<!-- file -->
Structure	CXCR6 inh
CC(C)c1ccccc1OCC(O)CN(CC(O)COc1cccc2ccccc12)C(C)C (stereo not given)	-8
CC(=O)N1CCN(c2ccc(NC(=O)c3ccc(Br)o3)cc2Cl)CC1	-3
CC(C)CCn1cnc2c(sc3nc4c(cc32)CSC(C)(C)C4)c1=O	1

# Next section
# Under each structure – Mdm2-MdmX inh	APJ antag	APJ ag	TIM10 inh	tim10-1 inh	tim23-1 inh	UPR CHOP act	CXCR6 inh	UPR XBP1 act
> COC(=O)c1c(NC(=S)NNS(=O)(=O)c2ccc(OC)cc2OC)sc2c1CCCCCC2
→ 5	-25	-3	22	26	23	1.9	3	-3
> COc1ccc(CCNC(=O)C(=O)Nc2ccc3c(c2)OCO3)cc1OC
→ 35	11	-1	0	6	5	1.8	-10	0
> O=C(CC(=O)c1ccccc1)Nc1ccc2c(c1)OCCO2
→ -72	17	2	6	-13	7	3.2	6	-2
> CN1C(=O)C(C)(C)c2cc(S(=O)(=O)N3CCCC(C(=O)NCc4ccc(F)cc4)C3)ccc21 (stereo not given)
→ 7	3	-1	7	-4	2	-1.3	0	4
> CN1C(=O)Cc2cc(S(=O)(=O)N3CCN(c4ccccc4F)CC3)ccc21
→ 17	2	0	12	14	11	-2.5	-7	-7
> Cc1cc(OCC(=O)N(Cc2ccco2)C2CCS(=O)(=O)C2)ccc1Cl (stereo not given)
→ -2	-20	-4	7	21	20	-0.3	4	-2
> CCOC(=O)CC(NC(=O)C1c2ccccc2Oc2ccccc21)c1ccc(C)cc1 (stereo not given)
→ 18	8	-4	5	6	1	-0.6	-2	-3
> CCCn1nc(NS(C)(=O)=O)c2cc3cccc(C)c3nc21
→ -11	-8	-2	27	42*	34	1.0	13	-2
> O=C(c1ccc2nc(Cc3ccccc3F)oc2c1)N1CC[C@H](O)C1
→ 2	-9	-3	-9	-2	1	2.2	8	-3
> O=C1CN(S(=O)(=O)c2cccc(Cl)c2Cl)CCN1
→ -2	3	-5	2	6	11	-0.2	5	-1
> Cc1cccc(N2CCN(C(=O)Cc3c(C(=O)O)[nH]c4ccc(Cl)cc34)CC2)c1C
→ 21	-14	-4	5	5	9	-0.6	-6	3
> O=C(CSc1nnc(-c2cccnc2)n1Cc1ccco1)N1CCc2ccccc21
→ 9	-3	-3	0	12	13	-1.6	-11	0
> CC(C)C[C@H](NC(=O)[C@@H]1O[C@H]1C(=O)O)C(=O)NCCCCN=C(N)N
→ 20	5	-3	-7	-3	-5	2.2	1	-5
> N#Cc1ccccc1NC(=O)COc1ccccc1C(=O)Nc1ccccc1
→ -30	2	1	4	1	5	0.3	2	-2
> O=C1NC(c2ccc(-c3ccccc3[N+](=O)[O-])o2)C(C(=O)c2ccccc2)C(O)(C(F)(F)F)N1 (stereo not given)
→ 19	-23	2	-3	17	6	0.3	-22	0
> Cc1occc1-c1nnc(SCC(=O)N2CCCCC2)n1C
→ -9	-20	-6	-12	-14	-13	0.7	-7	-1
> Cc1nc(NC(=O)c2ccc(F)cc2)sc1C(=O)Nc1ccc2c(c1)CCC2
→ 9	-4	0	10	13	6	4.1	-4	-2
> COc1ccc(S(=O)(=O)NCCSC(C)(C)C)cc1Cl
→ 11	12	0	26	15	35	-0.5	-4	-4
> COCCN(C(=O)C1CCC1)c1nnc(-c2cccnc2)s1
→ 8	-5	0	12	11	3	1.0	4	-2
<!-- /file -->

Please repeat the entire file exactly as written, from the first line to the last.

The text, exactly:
Structure	CXCR6 inh
CC(C)c1ccccc1OCC(O)CN(CC(O)COc1cccc2ccccc12)C(C)C (stereo not given)	-8
CC(=O)N1CCN(c2ccc(NC(=O)c3ccc(Br)o3)cc2Cl)CC1	-3
CC(C)CCn1cnc2c(sc3nc4c(cc32)CSC(C)(C)C4)c1=O	1

# Next section
# Under each structure – Mdm2-MdmX inh	APJ antag	APJ ag	TIM10 inh	tim10-1 inh	tim23-1 inh	UPR CHOP act	CXCR6 inh	UPR XBP1 act
> COC(=O)c1c(NC(=S)NNS(=O)(=O)c2ccc(OC)cc2OC)sc2c1CCCCCC2
→ 5	-25	-3	22	26	23	1.9	3	-3
> COc1ccc(CCNC(=O)C(=O)Nc2ccc3c(c2)OCO3)cc1OC
→ 35	11	-1	0	6	5	1.8	-10	0
> O=C(CC(=O)c1ccccc1)Nc1ccc2c(c1)OCCO2
→ -72	17	2	6	-13	7	3.2	6	-2
> CN1C(=O)C(C)(C)c2cc(S(=O)(=O)N3CCCC(C(=O)NCc4ccc(F)cc4)C3)ccc21 (stereo not given)
→ 7	3	-1	7	-4	2	-1.3	0	4
> CN1C(=O)Cc2cc(S(=O)(=O)N3CCN(c4ccccc4F)CC3)ccc21
→ 17	2	0	12	14	11	-2.5	-7	-7
> Cc1cc(OCC(=O)N(Cc2ccco2)C2CCS(=O)(=O)C2)ccc1Cl (stereo not given)
→ -2	-20	-4	7	21	20	-0.3	4	-2
> CCOC(=O)CC(NC(=O)C1c2ccccc2Oc2ccccc21)c1ccc(C)cc1 (stereo not given)
→ 18	8	-4	5	6	1	-0.6	-2	-3
> CCCn1nc(NS(C)(=O)=O)c2cc3cccc(C)c3nc21
→ -11	-8	-2	27	42*	34	1.0	13	-2
> O=C(c1ccc2nc(Cc3ccccc3F)oc2c1)N1CC[C@H](O)C1
→ 2	-9	-3	-9	-2	1	2.2	8	-3
> O=C1CN(S(=O)(=O)c2cccc(Cl)c2Cl)CCN1
→ -2	3	-5	2	6	11	-0.2	5	-1
> Cc1cccc(N2CCN(C(=O)Cc3c(C(=O)O)[nH]c4ccc(Cl)cc34)CC2)c1C
→ 21	-14	-4	5	5	9	-0.6	-6	3
> O=C(CSc1nnc(-c2cccnc2)n1Cc1ccco1)N1CCc2ccccc21
→ 9	-3	-3	0	12	13	-1.6	-11	0
> CC(C)C[C@H](NC(=O)[C@@H]1O[C@H]1C(=O)O)C(=O)NCCCCN=C(N)N
→ 20	5	-3	-7	-3	-5	2.2	1	-5
> N#Cc1ccccc1NC(=O)COc1ccccc1C(=O)Nc1ccccc1
→ -30	2	1	4	1	5	0.3	2	-2
> O=C1NC(c2ccc(-c3ccccc3[N+](=O)[O-])o2)C(C(=O)c2ccccc2)C(O)(C(F)(F)F)N1 (stereo not given)
→ 19	-23	2	-3	17	6	0.3	-22	0
> Cc1occc1-c1nnc(SCC(=O)N2CCCCC2)n1C
→ -9	-20	-6	-12	-14	-13	0.7	-7	-1
> Cc1nc(NC(=O)c2ccc(F)cc2)sc1C(=O)Nc1ccc2c(c1)CCC2
→ 9	-4	0	10	13	6	4.1	-4	-2
> COc1ccc(S(=O)(=O)NCCSC(C)(C)C)cc1Cl
→ 11	12	0	26	15	35	-0.5	-4	-4
> COCCN(C(=O)C1CCC1)c1nnc(-c2cccnc2)s1
→ 8	-5	0	12	11	3	1.0	4	-2